I consider this work a major success, though explaining why the method worked is difficult. When writing any work, a clear demarcation emerges from the overall process between words you can use and words you can’t. You also begin to see the pool of analogies available to you. In this way, words reveal not only their relatedness to the work but a certain determinate affinity with each other. I had discovered that freely recombining phrases is enough to close in on the work’s subject.
In Ice Floe, I divided the pages top to bottom and told a different story in each section. Usually we expect reading a story to involve following a linear progression organized by pagination. My idea was to make the multiplicity of time visible. The task was to root our new twenty-first century perception of spacetime in the two-dimensional medium of a book using linguistic symbols. The insight I arrived at concerned location—how the narrative could be situated. Such experimentation might seem indulgent, but from the perspective of magazine editing, visually organizing distinct and independent information on a two-page spread is entirely normal. Why do we so easily receive that information as a gestalt, when with a novel we must follow a single textual sequence in order?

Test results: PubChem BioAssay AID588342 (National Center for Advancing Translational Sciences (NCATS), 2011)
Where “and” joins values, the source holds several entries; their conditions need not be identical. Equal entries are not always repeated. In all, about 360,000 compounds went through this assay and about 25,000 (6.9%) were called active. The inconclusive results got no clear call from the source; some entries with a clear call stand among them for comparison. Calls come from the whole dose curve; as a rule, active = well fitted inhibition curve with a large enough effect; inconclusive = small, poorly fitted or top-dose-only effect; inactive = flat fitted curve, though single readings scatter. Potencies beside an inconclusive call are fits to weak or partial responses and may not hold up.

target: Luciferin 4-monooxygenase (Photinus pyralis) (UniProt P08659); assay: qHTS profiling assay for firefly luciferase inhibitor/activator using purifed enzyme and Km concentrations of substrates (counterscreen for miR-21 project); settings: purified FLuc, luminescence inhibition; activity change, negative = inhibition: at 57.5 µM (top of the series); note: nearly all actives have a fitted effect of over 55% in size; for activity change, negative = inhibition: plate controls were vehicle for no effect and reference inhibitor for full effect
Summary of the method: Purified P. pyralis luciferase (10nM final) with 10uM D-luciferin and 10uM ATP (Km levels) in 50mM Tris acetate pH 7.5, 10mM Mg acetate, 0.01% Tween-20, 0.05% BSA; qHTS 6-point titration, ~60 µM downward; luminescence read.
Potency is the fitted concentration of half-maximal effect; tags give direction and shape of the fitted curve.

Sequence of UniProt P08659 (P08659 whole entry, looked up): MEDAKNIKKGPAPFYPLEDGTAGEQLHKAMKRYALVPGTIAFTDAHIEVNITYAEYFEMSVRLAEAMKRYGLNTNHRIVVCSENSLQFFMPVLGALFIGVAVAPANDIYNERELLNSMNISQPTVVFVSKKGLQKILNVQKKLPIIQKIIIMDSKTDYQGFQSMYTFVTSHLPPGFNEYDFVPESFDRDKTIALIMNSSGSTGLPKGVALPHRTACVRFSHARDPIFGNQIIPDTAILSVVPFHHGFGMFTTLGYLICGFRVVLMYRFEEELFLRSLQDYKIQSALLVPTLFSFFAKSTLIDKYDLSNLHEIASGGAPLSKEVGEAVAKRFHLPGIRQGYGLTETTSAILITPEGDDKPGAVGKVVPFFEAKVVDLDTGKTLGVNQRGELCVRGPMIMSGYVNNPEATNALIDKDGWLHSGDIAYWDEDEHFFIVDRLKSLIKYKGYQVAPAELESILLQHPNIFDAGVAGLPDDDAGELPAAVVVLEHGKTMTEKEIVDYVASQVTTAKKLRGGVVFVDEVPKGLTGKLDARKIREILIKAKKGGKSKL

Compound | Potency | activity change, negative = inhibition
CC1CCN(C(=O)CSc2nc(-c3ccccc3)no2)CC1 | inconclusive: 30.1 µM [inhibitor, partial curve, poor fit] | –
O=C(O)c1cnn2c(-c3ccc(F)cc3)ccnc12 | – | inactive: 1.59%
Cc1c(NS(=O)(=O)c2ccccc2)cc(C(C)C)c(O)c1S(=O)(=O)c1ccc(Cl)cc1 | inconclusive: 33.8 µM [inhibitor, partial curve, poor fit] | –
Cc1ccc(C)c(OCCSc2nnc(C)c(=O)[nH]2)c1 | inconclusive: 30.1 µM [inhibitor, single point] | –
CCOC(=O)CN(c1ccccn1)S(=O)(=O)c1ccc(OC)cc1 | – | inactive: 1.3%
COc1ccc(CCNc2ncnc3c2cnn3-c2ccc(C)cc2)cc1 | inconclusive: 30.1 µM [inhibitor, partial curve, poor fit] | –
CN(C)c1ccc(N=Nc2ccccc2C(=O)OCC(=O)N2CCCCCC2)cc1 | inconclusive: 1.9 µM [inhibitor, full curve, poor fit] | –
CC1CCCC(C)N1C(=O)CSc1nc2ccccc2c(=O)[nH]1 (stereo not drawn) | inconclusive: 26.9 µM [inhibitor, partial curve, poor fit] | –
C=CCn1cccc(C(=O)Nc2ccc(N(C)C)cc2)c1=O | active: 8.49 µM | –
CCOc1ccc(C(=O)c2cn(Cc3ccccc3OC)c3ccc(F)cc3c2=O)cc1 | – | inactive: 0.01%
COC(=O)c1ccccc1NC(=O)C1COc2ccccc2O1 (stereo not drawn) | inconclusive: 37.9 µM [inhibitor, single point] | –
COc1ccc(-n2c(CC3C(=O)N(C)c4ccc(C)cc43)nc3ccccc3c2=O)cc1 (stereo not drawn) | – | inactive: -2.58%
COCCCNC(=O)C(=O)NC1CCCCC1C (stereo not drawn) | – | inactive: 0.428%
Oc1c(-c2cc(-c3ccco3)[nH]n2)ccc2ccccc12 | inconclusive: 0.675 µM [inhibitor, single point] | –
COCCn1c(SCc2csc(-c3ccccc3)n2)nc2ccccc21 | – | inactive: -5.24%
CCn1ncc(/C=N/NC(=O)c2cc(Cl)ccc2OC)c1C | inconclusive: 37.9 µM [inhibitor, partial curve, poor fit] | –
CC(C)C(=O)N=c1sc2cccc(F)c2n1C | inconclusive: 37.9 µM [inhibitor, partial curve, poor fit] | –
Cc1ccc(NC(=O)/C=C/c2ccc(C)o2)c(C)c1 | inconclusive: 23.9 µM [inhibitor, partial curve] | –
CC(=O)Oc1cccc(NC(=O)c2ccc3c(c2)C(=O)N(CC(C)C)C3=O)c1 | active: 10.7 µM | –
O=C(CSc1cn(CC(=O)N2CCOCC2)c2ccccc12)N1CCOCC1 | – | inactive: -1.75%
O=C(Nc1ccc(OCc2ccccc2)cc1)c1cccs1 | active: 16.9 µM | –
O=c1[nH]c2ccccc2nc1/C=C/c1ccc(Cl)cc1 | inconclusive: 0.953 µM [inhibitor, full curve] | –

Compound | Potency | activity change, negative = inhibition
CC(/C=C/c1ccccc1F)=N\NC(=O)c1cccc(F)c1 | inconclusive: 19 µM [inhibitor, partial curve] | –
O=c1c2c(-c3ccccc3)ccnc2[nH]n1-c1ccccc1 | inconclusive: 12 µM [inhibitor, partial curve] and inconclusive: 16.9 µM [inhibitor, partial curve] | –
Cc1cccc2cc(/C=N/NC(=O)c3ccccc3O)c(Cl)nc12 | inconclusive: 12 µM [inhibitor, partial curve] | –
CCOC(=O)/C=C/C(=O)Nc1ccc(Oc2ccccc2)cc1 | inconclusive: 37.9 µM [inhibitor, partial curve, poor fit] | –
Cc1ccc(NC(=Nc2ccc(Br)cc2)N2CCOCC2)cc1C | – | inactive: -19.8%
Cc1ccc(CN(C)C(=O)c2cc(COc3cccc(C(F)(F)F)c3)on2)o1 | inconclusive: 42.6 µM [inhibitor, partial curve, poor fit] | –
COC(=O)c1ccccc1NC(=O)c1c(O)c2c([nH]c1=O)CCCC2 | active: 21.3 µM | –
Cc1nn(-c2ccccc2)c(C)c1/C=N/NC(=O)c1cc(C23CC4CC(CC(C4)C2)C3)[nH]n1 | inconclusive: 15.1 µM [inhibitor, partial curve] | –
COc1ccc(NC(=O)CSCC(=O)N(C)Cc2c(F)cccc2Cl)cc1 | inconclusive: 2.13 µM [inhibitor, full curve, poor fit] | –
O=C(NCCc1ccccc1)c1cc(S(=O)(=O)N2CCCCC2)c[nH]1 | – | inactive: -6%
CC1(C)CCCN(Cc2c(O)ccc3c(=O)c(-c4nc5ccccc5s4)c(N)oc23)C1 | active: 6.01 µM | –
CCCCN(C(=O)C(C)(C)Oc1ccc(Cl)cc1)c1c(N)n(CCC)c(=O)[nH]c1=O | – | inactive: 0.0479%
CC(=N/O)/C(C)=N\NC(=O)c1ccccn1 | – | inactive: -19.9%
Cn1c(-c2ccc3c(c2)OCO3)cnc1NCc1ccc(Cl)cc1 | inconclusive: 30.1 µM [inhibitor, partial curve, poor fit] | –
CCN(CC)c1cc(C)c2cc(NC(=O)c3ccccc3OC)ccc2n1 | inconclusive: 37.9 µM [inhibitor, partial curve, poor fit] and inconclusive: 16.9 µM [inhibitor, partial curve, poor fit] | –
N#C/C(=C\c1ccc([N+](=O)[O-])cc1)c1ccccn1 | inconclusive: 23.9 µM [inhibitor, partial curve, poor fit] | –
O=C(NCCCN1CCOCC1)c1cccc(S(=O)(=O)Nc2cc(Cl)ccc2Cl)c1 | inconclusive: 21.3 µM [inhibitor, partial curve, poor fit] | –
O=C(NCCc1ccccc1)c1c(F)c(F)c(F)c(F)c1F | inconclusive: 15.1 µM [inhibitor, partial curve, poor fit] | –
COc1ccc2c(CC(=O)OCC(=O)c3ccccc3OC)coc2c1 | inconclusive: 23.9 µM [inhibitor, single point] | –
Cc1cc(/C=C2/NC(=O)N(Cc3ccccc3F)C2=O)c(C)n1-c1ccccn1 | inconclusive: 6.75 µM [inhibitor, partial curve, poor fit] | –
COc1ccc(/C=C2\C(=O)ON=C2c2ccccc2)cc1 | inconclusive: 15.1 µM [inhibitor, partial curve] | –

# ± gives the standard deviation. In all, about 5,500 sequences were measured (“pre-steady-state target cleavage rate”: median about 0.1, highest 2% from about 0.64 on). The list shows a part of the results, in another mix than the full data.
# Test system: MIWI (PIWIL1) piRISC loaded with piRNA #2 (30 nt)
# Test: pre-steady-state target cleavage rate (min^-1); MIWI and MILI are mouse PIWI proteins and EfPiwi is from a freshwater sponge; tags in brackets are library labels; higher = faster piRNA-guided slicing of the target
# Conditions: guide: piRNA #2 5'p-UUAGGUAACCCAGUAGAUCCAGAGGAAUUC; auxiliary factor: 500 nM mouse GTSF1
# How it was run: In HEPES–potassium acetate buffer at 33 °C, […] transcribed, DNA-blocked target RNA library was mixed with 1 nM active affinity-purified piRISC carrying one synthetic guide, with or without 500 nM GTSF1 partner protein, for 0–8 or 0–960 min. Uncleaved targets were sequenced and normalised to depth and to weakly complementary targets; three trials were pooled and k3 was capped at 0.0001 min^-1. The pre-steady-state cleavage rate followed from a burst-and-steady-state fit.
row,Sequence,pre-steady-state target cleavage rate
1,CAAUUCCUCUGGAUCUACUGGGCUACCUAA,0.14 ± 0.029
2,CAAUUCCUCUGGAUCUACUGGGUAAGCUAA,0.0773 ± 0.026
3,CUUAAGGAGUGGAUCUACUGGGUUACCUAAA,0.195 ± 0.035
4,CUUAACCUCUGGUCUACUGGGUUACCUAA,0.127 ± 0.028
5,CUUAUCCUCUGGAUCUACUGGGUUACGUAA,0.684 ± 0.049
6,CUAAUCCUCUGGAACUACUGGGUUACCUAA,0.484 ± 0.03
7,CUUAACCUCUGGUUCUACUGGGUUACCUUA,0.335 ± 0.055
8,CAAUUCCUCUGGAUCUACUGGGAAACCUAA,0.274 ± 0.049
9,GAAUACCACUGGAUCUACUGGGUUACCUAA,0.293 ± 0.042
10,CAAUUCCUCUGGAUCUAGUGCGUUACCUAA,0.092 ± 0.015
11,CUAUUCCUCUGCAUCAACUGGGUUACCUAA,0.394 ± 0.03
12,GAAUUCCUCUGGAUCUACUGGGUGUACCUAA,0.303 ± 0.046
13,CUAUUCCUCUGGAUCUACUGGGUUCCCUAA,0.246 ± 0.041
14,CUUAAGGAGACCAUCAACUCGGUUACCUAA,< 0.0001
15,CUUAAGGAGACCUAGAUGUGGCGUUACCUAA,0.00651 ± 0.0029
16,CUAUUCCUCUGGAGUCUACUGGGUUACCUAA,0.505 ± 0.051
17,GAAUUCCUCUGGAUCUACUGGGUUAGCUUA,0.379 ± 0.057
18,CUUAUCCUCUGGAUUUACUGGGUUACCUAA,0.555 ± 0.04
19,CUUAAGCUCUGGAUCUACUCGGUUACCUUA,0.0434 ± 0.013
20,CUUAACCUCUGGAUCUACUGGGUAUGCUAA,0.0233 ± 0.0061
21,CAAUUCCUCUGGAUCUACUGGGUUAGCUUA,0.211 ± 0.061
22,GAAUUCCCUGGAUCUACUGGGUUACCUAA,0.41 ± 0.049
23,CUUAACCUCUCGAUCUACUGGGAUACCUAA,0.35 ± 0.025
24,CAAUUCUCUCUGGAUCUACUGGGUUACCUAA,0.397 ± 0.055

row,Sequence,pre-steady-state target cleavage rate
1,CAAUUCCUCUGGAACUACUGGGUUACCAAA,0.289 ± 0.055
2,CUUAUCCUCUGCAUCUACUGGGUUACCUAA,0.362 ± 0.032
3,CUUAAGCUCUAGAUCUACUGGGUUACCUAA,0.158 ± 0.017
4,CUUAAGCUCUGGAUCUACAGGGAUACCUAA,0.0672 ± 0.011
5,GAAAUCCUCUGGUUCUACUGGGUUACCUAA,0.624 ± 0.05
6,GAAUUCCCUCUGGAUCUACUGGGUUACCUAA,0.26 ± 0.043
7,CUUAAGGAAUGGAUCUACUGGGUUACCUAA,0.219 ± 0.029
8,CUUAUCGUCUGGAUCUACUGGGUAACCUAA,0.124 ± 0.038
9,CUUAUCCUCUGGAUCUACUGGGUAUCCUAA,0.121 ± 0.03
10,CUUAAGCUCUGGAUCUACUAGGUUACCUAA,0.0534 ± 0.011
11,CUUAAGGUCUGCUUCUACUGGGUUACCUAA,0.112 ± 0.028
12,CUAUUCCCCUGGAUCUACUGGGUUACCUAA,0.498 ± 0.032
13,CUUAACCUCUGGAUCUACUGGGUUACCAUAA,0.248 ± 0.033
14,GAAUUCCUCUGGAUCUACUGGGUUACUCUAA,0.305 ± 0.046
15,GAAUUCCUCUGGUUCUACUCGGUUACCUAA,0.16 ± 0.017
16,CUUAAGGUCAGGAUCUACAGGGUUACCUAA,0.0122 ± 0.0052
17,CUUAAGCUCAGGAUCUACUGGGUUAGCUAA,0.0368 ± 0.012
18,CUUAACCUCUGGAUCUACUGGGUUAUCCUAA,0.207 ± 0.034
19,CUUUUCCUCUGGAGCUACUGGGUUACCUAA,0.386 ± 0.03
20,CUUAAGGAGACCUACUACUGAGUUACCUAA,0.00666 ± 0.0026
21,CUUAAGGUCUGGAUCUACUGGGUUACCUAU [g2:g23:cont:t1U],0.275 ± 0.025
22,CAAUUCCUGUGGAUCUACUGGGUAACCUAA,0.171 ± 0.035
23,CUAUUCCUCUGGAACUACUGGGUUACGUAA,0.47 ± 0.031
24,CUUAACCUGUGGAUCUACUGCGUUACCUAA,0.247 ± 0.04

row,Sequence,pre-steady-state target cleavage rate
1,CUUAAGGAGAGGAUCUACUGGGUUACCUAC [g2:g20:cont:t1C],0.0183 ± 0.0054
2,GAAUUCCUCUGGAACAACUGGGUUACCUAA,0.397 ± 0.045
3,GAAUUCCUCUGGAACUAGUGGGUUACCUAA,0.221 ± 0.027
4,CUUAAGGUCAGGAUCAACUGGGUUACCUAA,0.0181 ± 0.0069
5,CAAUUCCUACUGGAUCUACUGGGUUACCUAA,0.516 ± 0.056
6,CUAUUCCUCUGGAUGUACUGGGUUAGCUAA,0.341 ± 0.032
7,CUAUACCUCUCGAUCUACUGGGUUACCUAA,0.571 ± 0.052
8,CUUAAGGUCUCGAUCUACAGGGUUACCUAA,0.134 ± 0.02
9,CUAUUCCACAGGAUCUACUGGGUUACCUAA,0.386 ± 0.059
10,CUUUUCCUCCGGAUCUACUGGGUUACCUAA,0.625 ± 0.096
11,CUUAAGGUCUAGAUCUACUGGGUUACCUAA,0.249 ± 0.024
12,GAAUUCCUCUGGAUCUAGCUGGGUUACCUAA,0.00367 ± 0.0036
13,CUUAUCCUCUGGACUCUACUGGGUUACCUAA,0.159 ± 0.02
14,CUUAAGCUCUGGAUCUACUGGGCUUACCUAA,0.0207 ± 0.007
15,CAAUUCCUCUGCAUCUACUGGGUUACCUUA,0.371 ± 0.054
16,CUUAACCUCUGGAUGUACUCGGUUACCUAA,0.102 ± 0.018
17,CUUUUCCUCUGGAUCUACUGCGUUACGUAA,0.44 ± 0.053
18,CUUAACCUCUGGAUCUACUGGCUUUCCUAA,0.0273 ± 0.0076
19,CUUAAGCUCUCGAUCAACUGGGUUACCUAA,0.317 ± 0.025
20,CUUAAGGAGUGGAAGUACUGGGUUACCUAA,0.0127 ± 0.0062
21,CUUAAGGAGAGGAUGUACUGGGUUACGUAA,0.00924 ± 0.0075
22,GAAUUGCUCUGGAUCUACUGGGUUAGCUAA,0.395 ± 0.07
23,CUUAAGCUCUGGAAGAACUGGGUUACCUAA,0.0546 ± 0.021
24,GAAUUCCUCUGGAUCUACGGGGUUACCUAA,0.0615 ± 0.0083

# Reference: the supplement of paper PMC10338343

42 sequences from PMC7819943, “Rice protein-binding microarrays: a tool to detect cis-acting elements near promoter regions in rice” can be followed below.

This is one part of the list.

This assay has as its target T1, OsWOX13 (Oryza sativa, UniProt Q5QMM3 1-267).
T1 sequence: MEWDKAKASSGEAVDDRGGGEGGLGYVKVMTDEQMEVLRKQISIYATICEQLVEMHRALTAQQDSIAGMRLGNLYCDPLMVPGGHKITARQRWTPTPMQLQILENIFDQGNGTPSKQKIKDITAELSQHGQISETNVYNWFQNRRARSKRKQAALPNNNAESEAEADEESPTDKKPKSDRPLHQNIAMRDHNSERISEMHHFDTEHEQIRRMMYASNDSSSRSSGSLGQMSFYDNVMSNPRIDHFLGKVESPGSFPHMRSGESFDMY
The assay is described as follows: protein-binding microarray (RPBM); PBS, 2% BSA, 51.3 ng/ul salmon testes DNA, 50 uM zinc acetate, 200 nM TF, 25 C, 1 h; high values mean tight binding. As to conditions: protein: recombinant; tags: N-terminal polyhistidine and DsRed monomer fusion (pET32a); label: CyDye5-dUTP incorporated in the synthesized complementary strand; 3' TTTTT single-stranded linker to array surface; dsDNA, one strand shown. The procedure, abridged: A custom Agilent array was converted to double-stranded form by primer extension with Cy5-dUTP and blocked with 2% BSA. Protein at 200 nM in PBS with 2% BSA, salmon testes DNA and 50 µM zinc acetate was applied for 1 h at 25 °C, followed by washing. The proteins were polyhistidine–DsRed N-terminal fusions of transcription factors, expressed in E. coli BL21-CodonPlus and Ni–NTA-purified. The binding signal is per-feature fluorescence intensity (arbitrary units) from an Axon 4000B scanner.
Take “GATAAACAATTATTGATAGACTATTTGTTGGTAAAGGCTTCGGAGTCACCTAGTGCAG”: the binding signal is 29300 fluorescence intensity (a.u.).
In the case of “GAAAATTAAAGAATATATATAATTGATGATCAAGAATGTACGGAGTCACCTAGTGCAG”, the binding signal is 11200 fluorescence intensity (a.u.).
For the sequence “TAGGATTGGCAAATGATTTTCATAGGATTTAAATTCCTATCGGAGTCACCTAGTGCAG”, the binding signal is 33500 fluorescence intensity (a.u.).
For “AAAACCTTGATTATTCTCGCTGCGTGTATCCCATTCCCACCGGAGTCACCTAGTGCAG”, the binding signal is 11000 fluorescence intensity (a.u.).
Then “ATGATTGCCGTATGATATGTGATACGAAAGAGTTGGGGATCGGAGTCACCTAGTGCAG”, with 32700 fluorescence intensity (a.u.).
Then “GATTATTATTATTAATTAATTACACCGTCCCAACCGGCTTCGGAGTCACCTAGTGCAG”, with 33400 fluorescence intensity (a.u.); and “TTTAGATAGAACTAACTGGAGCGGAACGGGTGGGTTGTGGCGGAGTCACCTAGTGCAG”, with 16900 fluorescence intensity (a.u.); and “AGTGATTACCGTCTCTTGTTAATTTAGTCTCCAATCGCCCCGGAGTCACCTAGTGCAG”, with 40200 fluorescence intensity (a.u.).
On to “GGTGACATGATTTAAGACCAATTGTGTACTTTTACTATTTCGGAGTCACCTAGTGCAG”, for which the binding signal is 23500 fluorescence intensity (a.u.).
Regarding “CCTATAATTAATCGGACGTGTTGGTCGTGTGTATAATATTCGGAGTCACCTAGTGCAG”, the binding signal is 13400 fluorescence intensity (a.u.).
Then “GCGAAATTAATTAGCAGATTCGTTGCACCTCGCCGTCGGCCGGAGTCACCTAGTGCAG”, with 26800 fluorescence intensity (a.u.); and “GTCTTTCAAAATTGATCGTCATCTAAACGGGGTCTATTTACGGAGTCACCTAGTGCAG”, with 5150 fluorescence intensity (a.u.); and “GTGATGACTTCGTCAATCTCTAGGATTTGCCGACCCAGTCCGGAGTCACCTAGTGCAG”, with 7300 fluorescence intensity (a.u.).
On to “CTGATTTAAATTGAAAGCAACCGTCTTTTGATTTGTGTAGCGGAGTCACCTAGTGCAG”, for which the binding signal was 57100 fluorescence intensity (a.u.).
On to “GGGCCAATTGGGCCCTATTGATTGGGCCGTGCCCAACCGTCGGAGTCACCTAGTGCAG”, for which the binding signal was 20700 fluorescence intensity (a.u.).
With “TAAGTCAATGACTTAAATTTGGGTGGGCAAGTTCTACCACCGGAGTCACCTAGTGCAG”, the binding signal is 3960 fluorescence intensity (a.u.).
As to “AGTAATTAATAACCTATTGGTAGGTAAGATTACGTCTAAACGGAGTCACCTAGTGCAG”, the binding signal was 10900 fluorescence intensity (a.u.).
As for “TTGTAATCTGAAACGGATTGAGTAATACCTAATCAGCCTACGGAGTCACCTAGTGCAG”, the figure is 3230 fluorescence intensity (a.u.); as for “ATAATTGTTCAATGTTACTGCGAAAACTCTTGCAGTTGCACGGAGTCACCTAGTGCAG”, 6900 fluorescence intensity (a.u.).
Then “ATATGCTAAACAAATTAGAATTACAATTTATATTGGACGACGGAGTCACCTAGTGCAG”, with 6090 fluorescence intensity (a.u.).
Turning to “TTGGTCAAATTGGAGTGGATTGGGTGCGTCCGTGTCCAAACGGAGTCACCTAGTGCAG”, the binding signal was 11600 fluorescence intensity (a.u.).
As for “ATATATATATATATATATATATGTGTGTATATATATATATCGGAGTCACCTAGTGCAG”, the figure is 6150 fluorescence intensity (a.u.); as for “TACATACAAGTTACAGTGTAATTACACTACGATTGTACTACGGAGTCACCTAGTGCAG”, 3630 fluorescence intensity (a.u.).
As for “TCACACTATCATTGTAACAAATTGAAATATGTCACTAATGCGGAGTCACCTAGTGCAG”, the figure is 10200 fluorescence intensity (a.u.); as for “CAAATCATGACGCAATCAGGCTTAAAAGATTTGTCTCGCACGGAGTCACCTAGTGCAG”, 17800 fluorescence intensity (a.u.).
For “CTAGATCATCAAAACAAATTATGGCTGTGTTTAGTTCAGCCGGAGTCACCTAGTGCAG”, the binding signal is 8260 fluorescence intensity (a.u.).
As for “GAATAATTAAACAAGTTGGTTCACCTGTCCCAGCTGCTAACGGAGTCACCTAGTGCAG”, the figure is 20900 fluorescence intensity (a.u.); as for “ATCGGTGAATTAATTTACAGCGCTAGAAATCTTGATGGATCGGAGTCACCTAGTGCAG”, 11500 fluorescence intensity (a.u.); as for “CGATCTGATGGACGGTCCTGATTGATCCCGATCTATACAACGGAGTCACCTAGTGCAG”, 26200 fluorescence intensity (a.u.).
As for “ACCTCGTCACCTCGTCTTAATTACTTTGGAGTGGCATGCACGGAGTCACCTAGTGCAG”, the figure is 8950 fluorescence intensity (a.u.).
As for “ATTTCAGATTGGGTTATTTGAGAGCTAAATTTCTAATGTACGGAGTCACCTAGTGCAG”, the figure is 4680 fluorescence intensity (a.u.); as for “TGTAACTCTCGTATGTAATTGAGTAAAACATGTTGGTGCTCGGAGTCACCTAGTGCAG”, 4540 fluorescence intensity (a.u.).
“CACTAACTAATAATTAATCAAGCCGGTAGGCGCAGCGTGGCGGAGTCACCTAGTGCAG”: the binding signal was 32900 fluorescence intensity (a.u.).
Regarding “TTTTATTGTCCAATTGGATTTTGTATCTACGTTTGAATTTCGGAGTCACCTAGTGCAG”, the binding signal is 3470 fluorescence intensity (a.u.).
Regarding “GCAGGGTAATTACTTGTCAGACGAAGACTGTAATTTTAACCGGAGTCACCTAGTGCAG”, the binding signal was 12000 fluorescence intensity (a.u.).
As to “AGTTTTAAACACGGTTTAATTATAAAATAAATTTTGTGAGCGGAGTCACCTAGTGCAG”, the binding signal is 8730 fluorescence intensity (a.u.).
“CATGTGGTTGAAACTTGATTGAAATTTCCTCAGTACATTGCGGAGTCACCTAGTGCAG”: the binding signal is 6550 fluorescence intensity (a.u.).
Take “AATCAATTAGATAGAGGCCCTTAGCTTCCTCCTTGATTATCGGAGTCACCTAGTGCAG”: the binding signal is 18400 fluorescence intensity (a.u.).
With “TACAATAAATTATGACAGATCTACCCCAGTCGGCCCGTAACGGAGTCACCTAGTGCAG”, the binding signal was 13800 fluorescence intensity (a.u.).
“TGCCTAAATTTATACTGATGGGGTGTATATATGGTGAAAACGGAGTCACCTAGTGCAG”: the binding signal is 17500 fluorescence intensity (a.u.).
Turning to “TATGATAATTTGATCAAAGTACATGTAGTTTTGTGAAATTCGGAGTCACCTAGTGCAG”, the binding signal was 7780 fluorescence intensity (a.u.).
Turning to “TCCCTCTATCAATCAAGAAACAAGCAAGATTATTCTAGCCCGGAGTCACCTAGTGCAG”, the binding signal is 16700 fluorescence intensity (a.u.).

These are just two examples of the innumerable semiotic and other experiments I ran. The topics I explored in this second phase became the foundational themes for all the work that followed, including my theory of the dividual. However, the general reaction to each of these works upon their publication was bafflement. Since my output was panned by critics and readers alike, whenever I meet someone who says they like anything from this period I want to shake their hand. For me, the process of writing these pieces was an essential aid to sloughing off the techniques of twentieth-century fiction and attaining those of the twenty-first.